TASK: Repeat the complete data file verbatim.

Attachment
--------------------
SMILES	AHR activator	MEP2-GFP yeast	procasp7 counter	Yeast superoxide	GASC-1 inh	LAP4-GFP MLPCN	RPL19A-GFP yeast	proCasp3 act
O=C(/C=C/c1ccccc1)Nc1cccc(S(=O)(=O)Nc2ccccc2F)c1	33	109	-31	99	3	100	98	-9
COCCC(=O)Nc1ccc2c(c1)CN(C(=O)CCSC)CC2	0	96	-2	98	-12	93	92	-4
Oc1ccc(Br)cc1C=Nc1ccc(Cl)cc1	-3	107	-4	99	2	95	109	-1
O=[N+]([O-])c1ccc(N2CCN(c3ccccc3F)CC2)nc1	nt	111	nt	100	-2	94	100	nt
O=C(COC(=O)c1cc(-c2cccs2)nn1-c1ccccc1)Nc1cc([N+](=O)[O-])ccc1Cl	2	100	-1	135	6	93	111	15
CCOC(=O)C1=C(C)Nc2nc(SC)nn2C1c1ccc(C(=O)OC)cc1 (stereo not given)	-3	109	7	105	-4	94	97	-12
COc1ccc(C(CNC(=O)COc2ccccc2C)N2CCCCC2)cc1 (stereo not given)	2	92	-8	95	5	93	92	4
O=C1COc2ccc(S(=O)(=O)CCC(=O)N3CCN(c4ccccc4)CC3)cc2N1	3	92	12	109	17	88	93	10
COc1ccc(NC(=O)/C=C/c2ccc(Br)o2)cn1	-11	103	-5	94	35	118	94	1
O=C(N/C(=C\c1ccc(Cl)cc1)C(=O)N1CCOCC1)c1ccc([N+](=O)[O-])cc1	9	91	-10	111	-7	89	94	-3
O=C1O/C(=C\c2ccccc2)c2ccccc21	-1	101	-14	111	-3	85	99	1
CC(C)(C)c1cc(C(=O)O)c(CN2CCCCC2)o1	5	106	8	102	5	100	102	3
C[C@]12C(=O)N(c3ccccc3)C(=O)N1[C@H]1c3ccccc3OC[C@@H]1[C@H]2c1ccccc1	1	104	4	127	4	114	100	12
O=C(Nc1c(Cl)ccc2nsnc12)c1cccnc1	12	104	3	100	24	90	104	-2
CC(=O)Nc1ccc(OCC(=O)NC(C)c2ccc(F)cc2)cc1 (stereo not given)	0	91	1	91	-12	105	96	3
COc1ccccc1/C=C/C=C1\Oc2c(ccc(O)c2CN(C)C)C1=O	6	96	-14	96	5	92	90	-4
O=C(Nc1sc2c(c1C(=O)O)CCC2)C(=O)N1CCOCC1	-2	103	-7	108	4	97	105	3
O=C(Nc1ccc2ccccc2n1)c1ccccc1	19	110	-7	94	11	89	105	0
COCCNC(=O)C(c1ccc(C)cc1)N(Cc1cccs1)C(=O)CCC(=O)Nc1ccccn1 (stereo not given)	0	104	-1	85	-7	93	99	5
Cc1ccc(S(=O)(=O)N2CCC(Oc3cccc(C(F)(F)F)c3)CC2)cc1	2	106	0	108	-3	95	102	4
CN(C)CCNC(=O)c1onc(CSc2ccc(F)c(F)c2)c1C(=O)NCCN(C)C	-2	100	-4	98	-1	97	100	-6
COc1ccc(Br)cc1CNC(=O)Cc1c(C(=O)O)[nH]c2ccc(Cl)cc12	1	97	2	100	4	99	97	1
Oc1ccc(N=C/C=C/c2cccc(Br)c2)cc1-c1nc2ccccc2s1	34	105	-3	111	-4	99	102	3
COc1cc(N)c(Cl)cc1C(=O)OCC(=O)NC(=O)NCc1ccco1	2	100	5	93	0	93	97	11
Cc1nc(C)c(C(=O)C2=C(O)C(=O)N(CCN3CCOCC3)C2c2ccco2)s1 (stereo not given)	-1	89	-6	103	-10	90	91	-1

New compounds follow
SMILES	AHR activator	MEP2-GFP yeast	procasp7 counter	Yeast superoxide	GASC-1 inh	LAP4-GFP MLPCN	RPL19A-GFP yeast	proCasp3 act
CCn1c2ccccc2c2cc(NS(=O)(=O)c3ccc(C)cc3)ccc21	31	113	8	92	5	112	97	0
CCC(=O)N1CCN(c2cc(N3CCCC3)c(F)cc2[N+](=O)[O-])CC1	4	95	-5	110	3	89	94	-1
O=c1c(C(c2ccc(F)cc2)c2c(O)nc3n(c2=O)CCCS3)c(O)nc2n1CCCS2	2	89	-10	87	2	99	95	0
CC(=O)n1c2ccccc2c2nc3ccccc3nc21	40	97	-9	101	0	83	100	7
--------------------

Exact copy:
SMILES	AHR activator	MEP2-GFP yeast	procasp7 counter	Yeast superoxide	GASC-1 inh	LAP4-GFP MLPCN	RPL19A-GFP yeast	proCasp3 act
O=C(/C=C/c1ccccc1)Nc1cccc(S(=O)(=O)Nc2ccccc2F)c1	33	109	-31	99	3	100	98	-9
COCCC(=O)Nc1ccc2c(c1)CN(C(=O)CCSC)CC2	0	96	-2	98	-12	93	92	-4
Oc1ccc(Br)cc1C=Nc1ccc(Cl)cc1	-3	107	-4	99	2	95	109	-1
O=[N+]([O-])c1ccc(N2CCN(c3ccccc3F)CC2)nc1	nt	111	nt	100	-2	94	100	nt
O=C(COC(=O)c1cc(-c2cccs2)nn1-c1ccccc1)Nc1cc([N+](=O)[O-])ccc1Cl	2	100	-1	135	6	93	111	15
CCOC(=O)C1=C(C)Nc2nc(SC)nn2C1c1ccc(C(=O)OC)cc1 (stereo not given)	-3	109	7	105	-4	94	97	-12
COc1ccc(C(CNC(=O)COc2ccccc2C)N2CCCCC2)cc1 (stereo not given)	2	92	-8	95	5	93	92	4
O=C1COc2ccc(S(=O)(=O)CCC(=O)N3CCN(c4ccccc4)CC3)cc2N1	3	92	12	109	17	88	93	10
COc1ccc(NC(=O)/C=C/c2ccc(Br)o2)cn1	-11	103	-5	94	35	118	94	1
O=C(N/C(=C\c1ccc(Cl)cc1)C(=O)N1CCOCC1)c1ccc([N+](=O)[O-])cc1	9	91	-10	111	-7	89	94	-3
O=C1O/C(=C\c2ccccc2)c2ccccc21	-1	101	-14	111	-3	85	99	1
CC(C)(C)c1cc(C(=O)O)c(CN2CCCCC2)o1	5	106	8	102	5	100	102	3
C[C@]12C(=O)N(c3ccccc3)C(=O)N1[C@H]1c3ccccc3OC[C@@H]1[C@H]2c1ccccc1	1	104	4	127	4	114	100	12
O=C(Nc1c(Cl)ccc2nsnc12)c1cccnc1	12	104	3	100	24	90	104	-2
CC(=O)Nc1ccc(OCC(=O)NC(C)c2ccc(F)cc2)cc1 (stereo not given)	0	91	1	91	-12	105	96	3
COc1ccccc1/C=C/C=C1\Oc2c(ccc(O)c2CN(C)C)C1=O	6	96	-14	96	5	92	90	-4
O=C(Nc1sc2c(c1C(=O)O)CCC2)C(=O)N1CCOCC1	-2	103	-7	108	4	97	105	3
O=C(Nc1ccc2ccccc2n1)c1ccccc1	19	110	-7	94	11	89	105	0
COCCNC(=O)C(c1ccc(C)cc1)N(Cc1cccs1)C(=O)CCC(=O)Nc1ccccn1 (stereo not given)	0	104	-1	85	-7	93	99	5
Cc1ccc(S(=O)(=O)N2CCC(Oc3cccc(C(F)(F)F)c3)CC2)cc1	2	106	0	108	-3	95	102	4
CN(C)CCNC(=O)c1onc(CSc2ccc(F)c(F)c2)c1C(=O)NCCN(C)C	-2	100	-4	98	-1	97	100	-6
COc1ccc(Br)cc1CNC(=O)Cc1c(C(=O)O)[nH]c2ccc(Cl)cc12	1	97	2	100	4	99	97	1
Oc1ccc(N=C/C=C/c2cccc(Br)c2)cc1-c1nc2ccccc2s1	34	105	-3	111	-4	99	102	3
COc1cc(N)c(Cl)cc1C(=O)OCC(=O)NC(=O)NCc1ccco1	2	100	5	93	0	93	97	11
Cc1nc(C)c(C(=O)C2=C(O)C(=O)N(CCN3CCOCC3)C2c2ccco2)s1 (stereo not given)	-1	89	-6	103	-10	90	91	-1

New compounds follow
SMILES	AHR activator	MEP2-GFP yeast	procasp7 counter	Yeast superoxide	GASC-1 inh	LAP4-GFP MLPCN	RPL19A-GFP yeast	proCasp3 act
CCn1c2ccccc2c2cc(NS(=O)(=O)c3ccc(C)cc3)ccc21	31	113	8	92	5	112	97	0
CCC(=O)N1CCN(c2cc(N3CCCC3)c(F)cc2[N+](=O)[O-])CC1	4	95	-5	110	3	89	94	-1
O=c1c(C(c2ccc(F)cc2)c2c(O)nc3n(c2=O)CCCS3)c(O)nc2n1CCCS2	2	89	-10	87	2	99	95	0
CC(=O)n1c2ccccc2c2nc3ccccc3nc21	40	97	-9	101	0	83	100	7